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New Scientist: Rich seams of Earth's secret moons - Dr Stuart Clark

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I have a new feature story published in New Scientist:

'ALMOST a century ago, something strange split the sky across North America. On 9 February 1913, eyewitnesses reported dozens of burning fireballs cutting a swathe across the night sky. It was a display unlike any other meteor shower. Instead of shooting stars raining down in all directions, a train of bright fireballs moved slowly and deliberately over much of the continent.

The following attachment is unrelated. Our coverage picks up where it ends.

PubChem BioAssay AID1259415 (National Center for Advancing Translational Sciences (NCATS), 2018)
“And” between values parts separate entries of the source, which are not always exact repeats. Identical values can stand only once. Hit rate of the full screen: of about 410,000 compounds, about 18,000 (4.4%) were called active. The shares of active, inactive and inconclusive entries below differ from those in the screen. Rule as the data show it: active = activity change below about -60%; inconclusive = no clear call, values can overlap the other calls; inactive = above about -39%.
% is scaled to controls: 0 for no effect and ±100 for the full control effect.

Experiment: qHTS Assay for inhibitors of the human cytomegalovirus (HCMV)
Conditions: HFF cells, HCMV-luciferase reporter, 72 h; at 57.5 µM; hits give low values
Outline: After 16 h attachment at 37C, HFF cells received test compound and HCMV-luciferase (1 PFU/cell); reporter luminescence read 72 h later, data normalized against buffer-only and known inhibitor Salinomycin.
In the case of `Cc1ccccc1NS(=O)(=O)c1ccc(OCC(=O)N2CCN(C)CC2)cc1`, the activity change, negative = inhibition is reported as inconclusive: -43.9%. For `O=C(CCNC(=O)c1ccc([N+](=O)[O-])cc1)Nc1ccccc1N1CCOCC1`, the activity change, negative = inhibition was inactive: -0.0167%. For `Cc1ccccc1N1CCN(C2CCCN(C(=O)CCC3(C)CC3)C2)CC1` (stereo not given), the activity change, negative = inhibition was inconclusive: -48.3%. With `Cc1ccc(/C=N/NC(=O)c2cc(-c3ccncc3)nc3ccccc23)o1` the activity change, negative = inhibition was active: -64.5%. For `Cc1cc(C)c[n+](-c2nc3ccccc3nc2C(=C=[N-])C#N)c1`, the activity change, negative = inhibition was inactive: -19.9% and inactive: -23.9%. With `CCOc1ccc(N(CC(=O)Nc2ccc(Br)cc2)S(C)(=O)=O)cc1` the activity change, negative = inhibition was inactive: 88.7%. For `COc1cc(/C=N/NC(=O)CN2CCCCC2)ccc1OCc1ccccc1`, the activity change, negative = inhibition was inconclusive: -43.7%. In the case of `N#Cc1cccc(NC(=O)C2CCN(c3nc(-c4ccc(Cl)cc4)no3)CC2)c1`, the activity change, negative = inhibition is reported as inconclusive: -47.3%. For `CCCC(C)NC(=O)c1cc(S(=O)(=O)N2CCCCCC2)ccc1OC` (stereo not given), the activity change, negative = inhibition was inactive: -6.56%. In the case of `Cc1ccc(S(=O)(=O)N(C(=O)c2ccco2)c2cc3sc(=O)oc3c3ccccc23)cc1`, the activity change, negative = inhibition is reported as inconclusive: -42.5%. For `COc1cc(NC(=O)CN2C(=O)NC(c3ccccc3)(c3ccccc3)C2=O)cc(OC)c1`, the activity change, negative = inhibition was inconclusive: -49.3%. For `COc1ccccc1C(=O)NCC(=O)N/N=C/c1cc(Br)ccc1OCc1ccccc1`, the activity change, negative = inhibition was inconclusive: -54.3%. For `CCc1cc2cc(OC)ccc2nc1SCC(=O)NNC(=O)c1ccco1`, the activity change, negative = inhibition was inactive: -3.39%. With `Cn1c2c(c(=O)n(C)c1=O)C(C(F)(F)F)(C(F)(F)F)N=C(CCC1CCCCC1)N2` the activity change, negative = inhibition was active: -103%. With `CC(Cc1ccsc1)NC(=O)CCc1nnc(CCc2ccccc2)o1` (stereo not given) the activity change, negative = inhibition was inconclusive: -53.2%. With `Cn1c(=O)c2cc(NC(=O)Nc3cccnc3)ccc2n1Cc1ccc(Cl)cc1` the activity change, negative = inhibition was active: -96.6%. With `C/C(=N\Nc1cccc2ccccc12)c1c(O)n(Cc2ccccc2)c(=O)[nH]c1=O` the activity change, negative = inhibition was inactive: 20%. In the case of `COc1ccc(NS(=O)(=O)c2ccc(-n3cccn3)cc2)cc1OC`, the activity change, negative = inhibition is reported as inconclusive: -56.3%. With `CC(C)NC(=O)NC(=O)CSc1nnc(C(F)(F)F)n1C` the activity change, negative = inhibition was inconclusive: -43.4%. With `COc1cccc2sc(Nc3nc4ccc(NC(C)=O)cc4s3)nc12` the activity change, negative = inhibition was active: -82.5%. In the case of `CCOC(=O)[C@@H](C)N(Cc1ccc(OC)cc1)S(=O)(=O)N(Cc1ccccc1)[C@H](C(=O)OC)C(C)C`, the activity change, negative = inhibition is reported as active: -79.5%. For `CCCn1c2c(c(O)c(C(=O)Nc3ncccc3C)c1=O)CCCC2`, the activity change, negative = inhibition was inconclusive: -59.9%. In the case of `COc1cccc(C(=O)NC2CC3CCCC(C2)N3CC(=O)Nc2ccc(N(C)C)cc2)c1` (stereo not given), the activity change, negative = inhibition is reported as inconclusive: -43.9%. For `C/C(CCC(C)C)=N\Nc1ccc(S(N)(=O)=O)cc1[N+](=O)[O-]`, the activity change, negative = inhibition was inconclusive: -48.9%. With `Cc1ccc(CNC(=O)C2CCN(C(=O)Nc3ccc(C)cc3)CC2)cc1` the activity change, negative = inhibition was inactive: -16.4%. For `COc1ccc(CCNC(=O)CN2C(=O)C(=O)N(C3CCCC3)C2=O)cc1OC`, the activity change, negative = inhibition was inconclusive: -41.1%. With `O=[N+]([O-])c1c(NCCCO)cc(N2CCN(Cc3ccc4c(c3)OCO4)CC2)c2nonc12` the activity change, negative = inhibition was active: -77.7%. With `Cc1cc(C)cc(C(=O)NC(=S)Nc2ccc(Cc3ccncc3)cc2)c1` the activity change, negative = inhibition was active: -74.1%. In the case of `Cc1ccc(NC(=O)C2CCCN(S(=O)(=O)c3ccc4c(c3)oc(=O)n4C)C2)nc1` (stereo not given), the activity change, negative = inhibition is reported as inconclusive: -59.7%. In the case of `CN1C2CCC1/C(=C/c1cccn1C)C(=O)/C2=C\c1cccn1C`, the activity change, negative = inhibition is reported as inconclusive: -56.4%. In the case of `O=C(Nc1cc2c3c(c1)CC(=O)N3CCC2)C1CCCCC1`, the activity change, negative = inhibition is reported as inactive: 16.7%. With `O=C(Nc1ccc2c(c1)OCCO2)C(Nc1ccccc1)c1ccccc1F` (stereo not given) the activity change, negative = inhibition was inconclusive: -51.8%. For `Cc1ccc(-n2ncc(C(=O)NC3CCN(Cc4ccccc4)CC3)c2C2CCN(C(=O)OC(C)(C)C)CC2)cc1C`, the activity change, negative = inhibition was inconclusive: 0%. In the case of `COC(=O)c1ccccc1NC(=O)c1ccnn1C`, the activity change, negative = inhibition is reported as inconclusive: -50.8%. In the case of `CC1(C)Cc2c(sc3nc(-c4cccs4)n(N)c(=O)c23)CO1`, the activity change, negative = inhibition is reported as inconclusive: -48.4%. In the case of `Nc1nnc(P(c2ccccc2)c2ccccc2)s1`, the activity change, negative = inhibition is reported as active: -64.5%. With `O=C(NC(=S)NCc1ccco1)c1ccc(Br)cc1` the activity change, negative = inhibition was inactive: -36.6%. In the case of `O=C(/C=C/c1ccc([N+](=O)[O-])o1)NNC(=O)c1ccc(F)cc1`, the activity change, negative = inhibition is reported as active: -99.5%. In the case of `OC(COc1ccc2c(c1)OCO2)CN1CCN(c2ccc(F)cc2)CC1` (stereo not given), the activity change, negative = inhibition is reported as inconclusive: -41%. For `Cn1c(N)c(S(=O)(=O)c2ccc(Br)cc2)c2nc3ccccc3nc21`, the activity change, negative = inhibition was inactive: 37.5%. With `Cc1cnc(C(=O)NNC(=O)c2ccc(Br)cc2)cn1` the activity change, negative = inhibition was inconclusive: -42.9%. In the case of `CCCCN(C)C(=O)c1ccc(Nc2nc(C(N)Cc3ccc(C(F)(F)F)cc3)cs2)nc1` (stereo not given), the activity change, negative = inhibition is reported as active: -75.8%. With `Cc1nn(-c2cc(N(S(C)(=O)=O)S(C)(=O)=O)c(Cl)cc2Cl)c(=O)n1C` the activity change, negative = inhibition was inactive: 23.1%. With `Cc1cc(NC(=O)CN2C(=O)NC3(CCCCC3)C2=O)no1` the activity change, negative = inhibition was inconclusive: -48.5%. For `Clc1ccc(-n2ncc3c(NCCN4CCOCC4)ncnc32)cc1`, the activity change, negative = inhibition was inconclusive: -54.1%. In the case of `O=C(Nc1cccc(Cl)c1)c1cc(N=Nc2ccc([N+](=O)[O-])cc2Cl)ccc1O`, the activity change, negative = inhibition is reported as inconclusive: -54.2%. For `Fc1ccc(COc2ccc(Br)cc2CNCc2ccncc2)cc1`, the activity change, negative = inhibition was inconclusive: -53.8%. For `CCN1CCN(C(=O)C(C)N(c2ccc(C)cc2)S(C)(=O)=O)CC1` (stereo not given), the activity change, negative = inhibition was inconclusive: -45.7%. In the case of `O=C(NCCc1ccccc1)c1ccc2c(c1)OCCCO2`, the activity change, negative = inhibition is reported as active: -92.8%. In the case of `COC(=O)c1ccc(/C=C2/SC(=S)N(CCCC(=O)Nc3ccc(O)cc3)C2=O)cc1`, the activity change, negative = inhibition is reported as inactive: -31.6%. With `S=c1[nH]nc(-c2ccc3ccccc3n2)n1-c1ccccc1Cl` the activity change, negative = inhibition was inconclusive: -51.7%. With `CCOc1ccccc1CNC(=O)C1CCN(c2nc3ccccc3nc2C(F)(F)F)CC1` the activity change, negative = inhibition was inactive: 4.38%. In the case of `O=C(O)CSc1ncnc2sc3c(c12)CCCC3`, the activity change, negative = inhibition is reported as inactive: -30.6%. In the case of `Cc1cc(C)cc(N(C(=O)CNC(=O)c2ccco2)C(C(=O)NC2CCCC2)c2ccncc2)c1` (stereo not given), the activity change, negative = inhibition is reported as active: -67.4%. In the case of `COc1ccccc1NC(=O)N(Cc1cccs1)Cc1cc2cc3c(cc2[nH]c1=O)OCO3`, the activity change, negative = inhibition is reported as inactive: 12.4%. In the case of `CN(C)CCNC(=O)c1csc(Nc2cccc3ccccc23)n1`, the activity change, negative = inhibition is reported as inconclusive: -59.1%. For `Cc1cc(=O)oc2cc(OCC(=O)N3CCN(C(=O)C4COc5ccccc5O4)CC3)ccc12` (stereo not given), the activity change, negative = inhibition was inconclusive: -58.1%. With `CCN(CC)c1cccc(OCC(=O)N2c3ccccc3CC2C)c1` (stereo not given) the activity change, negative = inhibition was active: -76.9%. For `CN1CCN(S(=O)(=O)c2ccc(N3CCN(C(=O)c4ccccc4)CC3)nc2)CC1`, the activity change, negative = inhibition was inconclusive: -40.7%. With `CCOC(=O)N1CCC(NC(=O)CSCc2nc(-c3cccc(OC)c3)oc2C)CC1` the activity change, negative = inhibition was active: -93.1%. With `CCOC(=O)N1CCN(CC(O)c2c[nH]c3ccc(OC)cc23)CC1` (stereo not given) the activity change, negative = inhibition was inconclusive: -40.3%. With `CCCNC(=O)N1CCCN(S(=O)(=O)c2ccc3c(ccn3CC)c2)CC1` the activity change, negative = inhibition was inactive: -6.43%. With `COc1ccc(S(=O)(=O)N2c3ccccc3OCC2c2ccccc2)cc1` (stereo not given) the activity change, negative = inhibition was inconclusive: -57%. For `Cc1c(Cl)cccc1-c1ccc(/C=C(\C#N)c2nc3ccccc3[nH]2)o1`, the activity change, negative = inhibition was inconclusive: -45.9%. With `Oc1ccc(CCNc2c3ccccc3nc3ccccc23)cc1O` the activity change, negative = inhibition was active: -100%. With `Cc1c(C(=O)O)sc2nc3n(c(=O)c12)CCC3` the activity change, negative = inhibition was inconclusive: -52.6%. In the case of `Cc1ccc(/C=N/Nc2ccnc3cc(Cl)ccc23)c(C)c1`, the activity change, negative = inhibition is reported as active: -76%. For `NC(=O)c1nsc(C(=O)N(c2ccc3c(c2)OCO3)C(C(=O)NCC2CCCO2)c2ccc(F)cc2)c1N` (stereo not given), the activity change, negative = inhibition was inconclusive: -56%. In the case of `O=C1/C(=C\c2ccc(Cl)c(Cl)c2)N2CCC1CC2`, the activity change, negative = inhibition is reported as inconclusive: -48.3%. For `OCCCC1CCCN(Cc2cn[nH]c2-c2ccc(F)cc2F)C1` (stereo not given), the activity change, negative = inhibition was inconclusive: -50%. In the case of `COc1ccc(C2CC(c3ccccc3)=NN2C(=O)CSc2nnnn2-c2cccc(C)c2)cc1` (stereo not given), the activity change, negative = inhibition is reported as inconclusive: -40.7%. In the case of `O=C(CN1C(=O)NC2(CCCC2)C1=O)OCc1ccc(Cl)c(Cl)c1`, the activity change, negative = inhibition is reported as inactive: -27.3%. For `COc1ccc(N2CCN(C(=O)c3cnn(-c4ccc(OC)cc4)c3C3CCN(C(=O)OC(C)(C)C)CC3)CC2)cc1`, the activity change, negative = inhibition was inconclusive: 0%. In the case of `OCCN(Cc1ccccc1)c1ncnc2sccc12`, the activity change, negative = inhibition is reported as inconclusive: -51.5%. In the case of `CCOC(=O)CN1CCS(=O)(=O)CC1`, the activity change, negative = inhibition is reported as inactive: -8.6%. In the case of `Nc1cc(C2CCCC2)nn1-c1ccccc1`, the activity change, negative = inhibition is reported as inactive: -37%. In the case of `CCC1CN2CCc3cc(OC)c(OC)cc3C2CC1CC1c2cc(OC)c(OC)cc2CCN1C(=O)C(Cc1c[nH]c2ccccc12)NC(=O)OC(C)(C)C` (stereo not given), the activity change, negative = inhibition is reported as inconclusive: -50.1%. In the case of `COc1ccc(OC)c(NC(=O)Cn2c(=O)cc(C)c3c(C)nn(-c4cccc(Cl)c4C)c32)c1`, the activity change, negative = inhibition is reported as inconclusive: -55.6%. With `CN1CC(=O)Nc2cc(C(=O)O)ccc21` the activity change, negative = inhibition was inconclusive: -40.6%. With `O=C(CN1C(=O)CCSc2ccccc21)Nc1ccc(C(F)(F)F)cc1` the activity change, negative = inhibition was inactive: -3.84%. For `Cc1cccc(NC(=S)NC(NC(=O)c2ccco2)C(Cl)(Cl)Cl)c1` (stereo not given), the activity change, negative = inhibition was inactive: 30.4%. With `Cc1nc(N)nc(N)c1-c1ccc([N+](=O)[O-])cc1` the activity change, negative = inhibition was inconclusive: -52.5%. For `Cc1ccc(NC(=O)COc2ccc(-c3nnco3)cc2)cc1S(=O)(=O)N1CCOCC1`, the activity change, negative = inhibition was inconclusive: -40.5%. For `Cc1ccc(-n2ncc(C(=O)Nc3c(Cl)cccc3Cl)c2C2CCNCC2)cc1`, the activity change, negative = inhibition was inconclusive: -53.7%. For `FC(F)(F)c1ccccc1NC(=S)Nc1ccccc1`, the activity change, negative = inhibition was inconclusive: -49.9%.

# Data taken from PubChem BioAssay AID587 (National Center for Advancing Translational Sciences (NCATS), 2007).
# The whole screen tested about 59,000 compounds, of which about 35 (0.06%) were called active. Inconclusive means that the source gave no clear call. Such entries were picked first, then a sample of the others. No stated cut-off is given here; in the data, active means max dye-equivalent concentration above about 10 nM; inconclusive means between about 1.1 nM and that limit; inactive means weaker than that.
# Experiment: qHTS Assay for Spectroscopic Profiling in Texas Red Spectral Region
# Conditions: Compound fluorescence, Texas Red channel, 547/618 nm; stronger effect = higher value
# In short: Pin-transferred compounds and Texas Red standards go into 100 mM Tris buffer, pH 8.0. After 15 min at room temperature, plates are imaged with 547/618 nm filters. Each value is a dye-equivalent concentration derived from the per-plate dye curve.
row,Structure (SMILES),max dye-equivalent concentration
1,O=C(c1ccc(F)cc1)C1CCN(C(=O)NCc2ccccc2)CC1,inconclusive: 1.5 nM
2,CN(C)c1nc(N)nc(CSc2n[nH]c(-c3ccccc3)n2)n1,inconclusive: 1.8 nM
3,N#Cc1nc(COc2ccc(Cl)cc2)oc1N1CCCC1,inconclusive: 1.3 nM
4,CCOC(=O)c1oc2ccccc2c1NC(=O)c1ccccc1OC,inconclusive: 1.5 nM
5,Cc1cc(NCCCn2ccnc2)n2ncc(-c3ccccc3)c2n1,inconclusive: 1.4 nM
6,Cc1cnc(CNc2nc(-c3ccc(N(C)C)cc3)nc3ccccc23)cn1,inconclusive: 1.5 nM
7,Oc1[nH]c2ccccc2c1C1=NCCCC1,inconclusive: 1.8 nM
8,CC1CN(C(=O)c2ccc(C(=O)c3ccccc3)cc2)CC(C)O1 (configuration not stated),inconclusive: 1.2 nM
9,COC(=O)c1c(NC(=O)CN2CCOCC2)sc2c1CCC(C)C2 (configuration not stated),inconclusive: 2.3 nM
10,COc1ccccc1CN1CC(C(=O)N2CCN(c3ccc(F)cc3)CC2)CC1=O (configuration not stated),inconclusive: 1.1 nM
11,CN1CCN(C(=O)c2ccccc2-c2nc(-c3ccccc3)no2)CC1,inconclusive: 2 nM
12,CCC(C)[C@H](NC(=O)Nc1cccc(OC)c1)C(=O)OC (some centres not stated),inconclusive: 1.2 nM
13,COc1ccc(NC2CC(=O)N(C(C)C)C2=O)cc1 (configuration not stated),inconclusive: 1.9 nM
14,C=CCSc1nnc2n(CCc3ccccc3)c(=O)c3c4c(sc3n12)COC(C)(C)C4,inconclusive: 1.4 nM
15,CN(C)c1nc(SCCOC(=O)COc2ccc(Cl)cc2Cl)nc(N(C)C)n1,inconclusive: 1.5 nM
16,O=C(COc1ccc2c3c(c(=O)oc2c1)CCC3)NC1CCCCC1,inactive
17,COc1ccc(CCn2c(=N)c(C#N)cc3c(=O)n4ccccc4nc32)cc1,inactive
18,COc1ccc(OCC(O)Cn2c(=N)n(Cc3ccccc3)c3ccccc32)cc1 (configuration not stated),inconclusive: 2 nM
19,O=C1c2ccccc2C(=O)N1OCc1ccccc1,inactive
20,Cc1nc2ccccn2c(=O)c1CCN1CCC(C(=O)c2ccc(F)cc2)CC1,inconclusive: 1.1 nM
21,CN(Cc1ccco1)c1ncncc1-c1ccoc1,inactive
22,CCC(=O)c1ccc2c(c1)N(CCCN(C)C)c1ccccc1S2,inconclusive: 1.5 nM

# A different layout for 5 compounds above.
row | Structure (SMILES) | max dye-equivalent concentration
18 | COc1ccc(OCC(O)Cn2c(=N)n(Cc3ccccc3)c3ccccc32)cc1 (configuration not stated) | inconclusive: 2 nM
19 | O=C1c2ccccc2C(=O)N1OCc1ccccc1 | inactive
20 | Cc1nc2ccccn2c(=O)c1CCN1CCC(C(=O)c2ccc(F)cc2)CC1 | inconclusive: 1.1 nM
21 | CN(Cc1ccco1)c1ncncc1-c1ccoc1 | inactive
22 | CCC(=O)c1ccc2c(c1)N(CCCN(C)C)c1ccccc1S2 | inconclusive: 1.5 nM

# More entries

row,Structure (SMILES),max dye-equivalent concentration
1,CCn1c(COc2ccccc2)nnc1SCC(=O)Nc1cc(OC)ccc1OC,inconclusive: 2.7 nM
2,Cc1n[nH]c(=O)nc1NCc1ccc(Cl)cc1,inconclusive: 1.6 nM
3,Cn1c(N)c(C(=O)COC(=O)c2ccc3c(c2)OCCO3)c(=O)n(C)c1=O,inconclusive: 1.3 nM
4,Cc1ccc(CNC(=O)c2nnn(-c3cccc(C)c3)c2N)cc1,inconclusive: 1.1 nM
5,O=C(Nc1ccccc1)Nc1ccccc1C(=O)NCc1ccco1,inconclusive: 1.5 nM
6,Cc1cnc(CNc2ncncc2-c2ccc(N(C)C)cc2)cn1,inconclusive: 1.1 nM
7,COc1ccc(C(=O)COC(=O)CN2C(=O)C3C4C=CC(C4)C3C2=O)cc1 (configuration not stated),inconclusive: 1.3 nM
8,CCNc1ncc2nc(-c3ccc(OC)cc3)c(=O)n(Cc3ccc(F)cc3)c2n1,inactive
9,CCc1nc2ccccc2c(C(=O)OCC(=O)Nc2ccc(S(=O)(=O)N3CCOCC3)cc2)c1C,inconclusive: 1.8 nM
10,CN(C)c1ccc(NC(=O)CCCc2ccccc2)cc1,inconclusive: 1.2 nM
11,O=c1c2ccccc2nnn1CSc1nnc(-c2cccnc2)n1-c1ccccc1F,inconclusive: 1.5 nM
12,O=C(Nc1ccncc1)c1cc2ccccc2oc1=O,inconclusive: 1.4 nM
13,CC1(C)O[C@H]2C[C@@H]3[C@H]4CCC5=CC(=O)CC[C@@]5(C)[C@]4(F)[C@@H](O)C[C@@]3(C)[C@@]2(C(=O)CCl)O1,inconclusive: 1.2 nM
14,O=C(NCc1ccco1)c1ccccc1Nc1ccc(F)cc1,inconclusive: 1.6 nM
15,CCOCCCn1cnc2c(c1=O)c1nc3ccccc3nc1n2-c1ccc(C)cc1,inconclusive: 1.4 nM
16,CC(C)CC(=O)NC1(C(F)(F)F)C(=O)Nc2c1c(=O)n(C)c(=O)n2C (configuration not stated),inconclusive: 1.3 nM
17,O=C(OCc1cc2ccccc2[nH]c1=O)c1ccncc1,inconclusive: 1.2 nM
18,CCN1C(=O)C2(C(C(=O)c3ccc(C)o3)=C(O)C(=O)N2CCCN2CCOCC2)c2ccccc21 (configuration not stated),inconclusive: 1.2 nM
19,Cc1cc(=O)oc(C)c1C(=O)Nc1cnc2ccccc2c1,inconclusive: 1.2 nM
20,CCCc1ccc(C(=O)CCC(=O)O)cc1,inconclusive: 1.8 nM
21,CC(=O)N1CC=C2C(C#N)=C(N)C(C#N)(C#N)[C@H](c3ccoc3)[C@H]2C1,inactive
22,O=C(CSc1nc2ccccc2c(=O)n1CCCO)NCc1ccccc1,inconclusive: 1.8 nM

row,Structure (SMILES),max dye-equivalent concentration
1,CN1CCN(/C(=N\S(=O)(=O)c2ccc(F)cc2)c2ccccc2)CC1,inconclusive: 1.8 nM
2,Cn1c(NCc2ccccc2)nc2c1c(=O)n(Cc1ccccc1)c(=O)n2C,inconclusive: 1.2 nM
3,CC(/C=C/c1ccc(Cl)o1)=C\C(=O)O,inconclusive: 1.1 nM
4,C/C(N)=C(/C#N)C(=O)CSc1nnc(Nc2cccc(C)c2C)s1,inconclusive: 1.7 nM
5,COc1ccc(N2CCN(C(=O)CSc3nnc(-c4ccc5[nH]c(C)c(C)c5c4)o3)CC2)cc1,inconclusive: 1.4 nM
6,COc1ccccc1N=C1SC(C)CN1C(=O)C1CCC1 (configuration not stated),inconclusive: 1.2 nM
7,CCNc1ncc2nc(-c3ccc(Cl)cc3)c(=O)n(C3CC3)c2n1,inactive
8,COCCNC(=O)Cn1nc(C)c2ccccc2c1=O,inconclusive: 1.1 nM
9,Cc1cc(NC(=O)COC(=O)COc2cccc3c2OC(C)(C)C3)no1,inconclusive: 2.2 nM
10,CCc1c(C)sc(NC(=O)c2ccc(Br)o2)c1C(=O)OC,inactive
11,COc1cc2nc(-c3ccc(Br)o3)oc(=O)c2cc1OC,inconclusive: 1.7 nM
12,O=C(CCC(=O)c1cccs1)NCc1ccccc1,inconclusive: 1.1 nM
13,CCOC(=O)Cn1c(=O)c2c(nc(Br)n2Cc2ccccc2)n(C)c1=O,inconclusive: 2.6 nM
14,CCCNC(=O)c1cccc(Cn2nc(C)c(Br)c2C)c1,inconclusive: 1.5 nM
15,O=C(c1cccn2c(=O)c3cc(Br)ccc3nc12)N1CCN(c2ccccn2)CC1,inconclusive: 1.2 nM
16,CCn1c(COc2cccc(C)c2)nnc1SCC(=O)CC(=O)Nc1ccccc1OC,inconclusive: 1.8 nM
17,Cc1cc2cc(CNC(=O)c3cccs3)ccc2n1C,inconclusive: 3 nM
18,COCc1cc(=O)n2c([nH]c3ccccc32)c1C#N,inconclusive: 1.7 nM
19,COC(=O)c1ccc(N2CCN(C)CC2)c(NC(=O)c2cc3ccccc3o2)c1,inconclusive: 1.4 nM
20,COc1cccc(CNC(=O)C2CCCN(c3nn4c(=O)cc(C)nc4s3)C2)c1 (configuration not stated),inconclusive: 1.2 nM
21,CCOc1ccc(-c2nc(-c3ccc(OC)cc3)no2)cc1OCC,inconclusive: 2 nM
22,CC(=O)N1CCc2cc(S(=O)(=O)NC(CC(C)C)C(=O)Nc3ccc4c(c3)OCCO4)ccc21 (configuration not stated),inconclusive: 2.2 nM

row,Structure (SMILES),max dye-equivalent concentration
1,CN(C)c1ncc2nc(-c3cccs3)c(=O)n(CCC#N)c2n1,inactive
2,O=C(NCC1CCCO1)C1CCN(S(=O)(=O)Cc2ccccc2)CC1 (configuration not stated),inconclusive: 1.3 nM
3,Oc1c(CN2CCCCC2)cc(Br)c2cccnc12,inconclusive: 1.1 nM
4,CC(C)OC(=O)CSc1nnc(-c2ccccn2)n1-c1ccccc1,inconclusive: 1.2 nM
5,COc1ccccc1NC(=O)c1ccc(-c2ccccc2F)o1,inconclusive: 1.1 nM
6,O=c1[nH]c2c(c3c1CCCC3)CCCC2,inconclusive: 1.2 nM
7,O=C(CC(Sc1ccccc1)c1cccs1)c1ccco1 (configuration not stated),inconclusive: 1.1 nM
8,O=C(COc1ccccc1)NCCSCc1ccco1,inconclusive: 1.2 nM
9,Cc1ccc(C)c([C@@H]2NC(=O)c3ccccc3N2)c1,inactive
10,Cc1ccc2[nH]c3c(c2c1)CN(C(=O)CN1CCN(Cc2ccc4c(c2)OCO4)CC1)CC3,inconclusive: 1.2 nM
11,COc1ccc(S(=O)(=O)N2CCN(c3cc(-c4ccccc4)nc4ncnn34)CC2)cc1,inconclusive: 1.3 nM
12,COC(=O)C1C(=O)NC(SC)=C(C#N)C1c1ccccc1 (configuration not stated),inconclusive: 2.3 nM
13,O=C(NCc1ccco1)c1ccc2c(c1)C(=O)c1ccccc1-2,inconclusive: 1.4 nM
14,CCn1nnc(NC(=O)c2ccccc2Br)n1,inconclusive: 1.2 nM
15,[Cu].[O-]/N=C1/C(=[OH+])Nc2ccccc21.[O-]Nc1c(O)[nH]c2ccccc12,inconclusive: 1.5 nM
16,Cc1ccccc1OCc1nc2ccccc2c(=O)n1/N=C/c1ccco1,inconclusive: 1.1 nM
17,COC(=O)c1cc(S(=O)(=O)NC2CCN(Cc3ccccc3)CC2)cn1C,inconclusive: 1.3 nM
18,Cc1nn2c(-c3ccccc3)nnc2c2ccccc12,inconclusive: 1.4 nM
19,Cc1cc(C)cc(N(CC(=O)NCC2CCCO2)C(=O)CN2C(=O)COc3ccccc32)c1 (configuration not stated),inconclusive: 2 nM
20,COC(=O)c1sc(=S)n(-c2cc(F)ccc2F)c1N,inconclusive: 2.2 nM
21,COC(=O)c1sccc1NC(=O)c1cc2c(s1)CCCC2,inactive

The first sighting was in Saskatchewan, Canada. Burning red-hot from its passage through the atmosphere and trailing streaks of vapour, the meteor train moved south-east, passing just a few kilometres north of New York and then out over the Atlantic Ocean. Final sightings of the spectacle came from Bermuda and a steamer ship near the equator.

The distance between the first and last observing points was 9200 kilometres. To be seen over such an expanse, the meteors must have been in orbit around our planet. The conclusion was compelling: what people had seen that night was probably the break up of a small, previously undiscovered moon of Earth. ...'

The full story is here

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